Having to train a specific issue for a specific gun that would not apply to any other firearm is a bad idea and will build bad habits that would then be hard to break. The simply fact is I am not going to carry this gun and I recommend you do not either until S&W fixes the issue. One final note on the trigger, it may be possible to have a competent gunsmith fix some of the reset (though it will always have a poor trigger reset) but then you are dealing with the legalities in court of having a trigger modified on a carry gun. Can you explain it to a jury? Probably. But why put yourself in that position?
Grip & Feel
The Glocks and Shadow Systems have polymer frames while the S&W has an aluminum frame. Theoretically the polymer should make the gun lighter however in practicality the guns are small enough that it only makes about 1.5 ounces of difference. In truth, it probably just serves to increase profit margins on a pistol this size. All three have changeable grips and the CSX has the most aggressive texture resembling sandpaper.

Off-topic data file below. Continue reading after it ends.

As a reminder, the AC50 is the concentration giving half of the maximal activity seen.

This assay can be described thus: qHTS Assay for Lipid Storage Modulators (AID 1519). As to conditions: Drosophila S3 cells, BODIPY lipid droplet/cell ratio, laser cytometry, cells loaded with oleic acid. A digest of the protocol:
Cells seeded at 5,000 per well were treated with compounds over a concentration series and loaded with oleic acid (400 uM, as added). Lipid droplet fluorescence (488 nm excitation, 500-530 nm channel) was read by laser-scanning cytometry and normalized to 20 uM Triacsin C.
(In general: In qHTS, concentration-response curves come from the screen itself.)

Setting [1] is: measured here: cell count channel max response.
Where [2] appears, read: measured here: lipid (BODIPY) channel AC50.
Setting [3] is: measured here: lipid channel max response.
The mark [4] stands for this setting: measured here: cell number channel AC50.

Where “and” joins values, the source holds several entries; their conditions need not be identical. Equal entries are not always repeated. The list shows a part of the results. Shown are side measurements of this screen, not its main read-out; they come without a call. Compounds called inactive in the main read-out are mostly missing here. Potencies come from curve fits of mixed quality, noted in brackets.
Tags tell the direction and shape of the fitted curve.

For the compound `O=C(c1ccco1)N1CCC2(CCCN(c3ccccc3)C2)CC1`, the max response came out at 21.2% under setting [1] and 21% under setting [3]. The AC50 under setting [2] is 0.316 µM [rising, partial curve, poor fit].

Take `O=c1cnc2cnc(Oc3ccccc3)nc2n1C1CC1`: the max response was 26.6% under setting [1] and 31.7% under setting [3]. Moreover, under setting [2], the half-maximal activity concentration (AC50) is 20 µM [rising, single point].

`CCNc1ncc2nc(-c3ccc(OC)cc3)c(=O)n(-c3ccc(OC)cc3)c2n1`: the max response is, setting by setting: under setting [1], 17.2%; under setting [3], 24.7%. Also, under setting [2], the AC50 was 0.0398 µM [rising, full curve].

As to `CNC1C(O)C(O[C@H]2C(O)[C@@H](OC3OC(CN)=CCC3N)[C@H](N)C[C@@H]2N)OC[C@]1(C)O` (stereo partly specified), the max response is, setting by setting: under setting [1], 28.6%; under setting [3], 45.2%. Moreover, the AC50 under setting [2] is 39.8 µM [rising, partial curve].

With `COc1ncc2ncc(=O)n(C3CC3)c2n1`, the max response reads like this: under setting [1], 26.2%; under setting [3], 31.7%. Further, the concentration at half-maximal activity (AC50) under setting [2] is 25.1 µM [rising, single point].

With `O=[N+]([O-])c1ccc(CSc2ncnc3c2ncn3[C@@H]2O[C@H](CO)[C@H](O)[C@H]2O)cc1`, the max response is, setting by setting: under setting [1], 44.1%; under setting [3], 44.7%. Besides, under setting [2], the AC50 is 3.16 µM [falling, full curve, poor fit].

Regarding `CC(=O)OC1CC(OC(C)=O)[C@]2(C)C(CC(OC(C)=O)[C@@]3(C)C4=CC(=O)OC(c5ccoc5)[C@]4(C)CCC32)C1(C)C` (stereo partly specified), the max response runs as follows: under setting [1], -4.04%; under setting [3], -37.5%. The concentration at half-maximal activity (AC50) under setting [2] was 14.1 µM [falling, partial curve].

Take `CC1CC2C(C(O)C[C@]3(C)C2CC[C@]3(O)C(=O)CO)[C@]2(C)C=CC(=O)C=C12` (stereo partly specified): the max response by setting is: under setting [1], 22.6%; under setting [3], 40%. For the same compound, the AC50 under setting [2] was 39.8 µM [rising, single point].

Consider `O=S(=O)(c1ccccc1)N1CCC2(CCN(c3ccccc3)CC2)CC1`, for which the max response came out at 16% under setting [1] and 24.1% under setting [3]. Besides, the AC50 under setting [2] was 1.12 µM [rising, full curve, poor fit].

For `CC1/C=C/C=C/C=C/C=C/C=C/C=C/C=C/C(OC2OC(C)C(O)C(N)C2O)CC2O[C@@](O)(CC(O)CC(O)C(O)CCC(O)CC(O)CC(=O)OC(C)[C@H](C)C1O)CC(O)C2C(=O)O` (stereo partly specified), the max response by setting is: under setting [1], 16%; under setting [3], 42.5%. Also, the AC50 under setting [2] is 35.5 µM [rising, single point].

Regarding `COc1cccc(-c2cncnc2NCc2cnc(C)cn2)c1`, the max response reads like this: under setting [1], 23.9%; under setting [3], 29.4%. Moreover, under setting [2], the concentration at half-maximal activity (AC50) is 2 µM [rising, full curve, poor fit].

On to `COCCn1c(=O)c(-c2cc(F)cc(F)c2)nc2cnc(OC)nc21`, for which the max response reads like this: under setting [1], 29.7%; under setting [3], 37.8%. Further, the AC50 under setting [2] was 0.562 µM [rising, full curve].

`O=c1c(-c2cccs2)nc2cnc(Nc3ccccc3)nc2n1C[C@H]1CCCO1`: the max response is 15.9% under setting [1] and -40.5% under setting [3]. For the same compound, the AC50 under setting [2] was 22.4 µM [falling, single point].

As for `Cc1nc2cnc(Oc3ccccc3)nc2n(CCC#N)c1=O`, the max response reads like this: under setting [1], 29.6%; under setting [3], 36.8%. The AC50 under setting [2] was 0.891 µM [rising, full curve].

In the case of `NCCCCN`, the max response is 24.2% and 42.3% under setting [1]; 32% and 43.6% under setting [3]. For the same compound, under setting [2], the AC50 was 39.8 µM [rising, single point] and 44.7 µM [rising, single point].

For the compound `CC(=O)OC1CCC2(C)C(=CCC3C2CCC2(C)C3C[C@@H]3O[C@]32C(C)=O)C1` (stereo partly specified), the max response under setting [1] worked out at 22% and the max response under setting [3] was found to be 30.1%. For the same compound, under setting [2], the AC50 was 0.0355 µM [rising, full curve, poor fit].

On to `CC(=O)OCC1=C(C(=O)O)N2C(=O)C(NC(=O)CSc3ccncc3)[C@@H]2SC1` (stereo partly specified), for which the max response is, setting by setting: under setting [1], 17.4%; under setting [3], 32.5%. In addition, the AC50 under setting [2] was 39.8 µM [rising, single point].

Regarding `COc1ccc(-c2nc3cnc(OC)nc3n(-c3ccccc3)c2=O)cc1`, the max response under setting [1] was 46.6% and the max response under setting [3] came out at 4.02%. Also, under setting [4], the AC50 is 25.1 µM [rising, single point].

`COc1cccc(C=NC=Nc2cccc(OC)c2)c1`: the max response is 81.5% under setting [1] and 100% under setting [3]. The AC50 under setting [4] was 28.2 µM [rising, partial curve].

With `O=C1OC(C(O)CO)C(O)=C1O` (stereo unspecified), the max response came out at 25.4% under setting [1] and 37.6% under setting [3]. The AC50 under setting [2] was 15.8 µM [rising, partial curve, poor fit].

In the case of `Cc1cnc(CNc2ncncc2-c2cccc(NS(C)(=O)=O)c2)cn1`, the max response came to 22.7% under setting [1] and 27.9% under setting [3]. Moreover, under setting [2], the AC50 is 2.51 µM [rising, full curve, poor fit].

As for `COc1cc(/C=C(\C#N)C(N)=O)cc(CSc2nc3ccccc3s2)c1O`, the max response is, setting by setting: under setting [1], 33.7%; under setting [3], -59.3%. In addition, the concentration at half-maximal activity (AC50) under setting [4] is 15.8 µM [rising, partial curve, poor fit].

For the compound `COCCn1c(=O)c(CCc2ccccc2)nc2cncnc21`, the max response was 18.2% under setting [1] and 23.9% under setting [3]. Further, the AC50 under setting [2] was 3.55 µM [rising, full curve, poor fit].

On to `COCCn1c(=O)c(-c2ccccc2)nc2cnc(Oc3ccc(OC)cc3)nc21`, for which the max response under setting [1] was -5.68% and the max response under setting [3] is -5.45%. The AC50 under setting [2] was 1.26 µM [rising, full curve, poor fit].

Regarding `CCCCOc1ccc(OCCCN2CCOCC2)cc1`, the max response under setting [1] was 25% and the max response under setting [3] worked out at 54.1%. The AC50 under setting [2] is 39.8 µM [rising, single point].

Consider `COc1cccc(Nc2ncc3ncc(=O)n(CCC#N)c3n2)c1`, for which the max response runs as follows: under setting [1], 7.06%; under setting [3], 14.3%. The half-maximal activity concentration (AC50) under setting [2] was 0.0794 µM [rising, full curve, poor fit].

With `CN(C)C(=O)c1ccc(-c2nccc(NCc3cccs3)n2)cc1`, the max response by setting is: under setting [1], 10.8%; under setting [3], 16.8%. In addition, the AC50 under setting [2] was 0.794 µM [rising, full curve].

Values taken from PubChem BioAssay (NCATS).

Glock uses there rear backstrap interchangeable feature that doesn’t seem to do much but make the grips feel fat which has always been everyones complaint with Glocks in the first place so I don’t know where the secret society is of people that use that but I find them completely unnecessary. Shadow Systems has a similar feature that changes out the rear of the grip rather than just adding an overlay theoretically changing the grip angle to a 1911 or Glock. However, neither of these companies offer this feature on the smaller size Glock 43 or CR920.
The CSX comes with two sets of grips. I found one to be worthless since it leaves a lot of slick aluminum available for your grip. The texture is not bad and I prefer guns with really aggressive texture so if you do not, you may find it annoying. The texture feels like grip tape often added to handles of other firearms. My personal preference is something like the Wilson Combat pattern that is incredibly edgy and grippy without grabbing cloth like the grip tape does which is the only problem I have with the CSX.
From a shooting standpoint I would say they all feel about the same. There was no noticeable difference in the felt recoil and perceived recoil for any of them. All three have sharp snappy recoil typical for what you would expect of a micro subcompact firearm. The only way to reduce this effectively would be to make the gun heavier or bigger with porting which defeats the purpose of this type of gun since by their design they have to be small.